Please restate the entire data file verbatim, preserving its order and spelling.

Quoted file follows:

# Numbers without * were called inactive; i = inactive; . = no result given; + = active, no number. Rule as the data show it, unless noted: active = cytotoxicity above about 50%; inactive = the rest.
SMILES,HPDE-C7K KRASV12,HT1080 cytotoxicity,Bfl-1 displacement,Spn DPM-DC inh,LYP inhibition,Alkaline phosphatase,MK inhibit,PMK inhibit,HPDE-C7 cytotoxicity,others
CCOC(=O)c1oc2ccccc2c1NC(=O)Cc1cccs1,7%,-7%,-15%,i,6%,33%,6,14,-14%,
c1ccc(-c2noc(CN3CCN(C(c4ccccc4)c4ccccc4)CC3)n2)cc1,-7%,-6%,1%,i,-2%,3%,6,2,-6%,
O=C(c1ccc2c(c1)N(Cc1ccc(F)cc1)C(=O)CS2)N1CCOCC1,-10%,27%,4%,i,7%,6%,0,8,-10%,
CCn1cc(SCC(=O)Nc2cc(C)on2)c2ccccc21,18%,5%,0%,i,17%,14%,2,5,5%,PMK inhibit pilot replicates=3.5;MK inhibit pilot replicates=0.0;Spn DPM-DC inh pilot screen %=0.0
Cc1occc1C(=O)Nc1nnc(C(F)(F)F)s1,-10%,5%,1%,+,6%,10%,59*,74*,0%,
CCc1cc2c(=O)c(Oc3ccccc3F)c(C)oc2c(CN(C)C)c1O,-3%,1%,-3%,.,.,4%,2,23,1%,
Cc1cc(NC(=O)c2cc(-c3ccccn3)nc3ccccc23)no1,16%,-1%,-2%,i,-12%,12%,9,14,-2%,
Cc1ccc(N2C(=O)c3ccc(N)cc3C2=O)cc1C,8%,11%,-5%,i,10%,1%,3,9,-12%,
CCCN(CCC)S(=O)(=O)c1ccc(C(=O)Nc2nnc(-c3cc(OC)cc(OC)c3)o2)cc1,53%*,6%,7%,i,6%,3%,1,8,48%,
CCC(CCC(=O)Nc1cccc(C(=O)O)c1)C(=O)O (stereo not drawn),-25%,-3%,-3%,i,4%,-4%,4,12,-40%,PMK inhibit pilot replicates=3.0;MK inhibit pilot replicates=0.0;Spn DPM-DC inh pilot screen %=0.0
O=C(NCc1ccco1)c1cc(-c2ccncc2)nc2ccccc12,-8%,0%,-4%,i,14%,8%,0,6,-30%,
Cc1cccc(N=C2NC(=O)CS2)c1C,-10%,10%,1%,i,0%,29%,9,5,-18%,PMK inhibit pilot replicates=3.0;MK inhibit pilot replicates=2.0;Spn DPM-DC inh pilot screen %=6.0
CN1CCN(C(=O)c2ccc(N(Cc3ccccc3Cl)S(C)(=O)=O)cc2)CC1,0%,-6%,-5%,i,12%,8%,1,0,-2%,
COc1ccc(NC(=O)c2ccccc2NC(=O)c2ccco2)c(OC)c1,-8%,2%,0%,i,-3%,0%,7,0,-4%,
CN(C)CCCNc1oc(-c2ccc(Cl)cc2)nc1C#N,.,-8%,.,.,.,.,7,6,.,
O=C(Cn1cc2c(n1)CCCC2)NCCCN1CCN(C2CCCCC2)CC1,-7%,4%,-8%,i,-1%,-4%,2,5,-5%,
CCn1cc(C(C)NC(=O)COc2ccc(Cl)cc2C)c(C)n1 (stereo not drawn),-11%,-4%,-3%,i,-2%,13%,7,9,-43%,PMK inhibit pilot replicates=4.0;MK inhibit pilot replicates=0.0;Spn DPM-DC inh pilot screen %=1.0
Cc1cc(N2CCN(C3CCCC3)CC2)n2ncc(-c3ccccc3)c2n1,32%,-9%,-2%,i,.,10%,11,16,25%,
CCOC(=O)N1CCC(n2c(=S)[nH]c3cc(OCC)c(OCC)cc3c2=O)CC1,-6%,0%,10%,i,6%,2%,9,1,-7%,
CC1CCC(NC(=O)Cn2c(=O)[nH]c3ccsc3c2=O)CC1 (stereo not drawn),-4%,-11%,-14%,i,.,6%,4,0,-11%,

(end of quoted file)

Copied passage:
# Numbers without * were called inactive; i = inactive; . = no result given; + = active, no number. Rule as the data show it, unless noted: active = cytotoxicity above about 50%; inactive = the rest.
SMILES,HPDE-C7K KRASV12,HT1080 cytotoxicity,Bfl-1 displacement,Spn DPM-DC inh,LYP inhibition,Alkaline phosphatase,MK inhibit,PMK inhibit,HPDE-C7 cytotoxicity,others
CCOC(=O)c1oc2ccccc2c1NC(=O)Cc1cccs1,7%,-7%,-15%,i,6%,33%,6,14,-14%,
c1ccc(-c2noc(CN3CCN(C(c4ccccc4)c4ccccc4)CC3)n2)cc1,-7%,-6%,1%,i,-2%,3%,6,2,-6%,
O=C(c1ccc2c(c1)N(Cc1ccc(F)cc1)C(=O)CS2)N1CCOCC1,-10%,27%,4%,i,7%,6%,0,8,-10%,
CCn1cc(SCC(=O)Nc2cc(C)on2)c2ccccc21,18%,5%,0%,i,17%,14%,2,5,5%,PMK inhibit pilot replicates=3.5;MK inhibit pilot replicates=0.0;Spn DPM-DC inh pilot screen %=0.0
Cc1occc1C(=O)Nc1nnc(C(F)(F)F)s1,-10%,5%,1%,+,6%,10%,59*,74*,0%,
CCc1cc2c(=O)c(Oc3ccccc3F)c(C)oc2c(CN(C)C)c1O,-3%,1%,-3%,.,.,4%,2,23,1%,
Cc1cc(NC(=O)c2cc(-c3ccccn3)nc3ccccc23)no1,16%,-1%,-2%,i,-12%,12%,9,14,-2%,
Cc1ccc(N2C(=O)c3ccc(N)cc3C2=O)cc1C,8%,11%,-5%,i,10%,1%,3,9,-12%,
CCCN(CCC)S(=O)(=O)c1ccc(C(=O)Nc2nnc(-c3cc(OC)cc(OC)c3)o2)cc1,53%*,6%,7%,i,6%,3%,1,8,48%,
CCC(CCC(=O)Nc1cccc(C(=O)O)c1)C(=O)O (stereo not drawn),-25%,-3%,-3%,i,4%,-4%,4,12,-40%,PMK inhibit pilot replicates=3.0;MK inhibit pilot replicates=0.0;Spn DPM-DC inh pilot screen %=0.0
O=C(NCc1ccco1)c1cc(-c2ccncc2)nc2ccccc12,-8%,0%,-4%,i,14%,8%,0,6,-30%,
Cc1cccc(N=C2NC(=O)CS2)c1C,-10%,10%,1%,i,0%,29%,9,5,-18%,PMK inhibit pilot replicates=3.0;MK inhibit pilot replicates=2.0;Spn DPM-DC inh pilot screen %=6.0
CN1CCN(C(=O)c2ccc(N(Cc3ccccc3Cl)S(C)(=O)=O)cc2)CC1,0%,-6%,-5%,i,12%,8%,1,0,-2%,
COc1ccc(NC(=O)c2ccccc2NC(=O)c2ccco2)c(OC)c1,-8%,2%,0%,i,-3%,0%,7,0,-4%,
CN(C)CCCNc1oc(-c2ccc(Cl)cc2)nc1C#N,.,-8%,.,.,.,.,7,6,.,
O=C(Cn1cc2c(n1)CCCC2)NCCCN1CCN(C2CCCCC2)CC1,-7%,4%,-8%,i,-1%,-4%,2,5,-5%,
CCn1cc(C(C)NC(=O)COc2ccc(Cl)cc2C)c(C)n1 (stereo not drawn),-11%,-4%,-3%,i,-2%,13%,7,9,-43%,PMK inhibit pilot replicates=4.0;MK inhibit pilot replicates=0.0;Spn DPM-DC inh pilot screen %=1.0
Cc1cc(N2CCN(C3CCCC3)CC2)n2ncc(-c3ccccc3)c2n1,32%,-9%,-2%,i,.,10%,11,16,25%,
CCOC(=O)N1CCC(n2c(=S)[nH]c3cc(OCC)c(OCC)cc3c2=O)CC1,-6%,0%,10%,i,6%,2%,9,1,-7%,
CC1CCC(NC(=O)Cn2c(=O)[nH]c3ccsc3c2=O)CC1 (stereo not drawn),-4%,-11%,-14%,i,.,6%,4,0,-11%,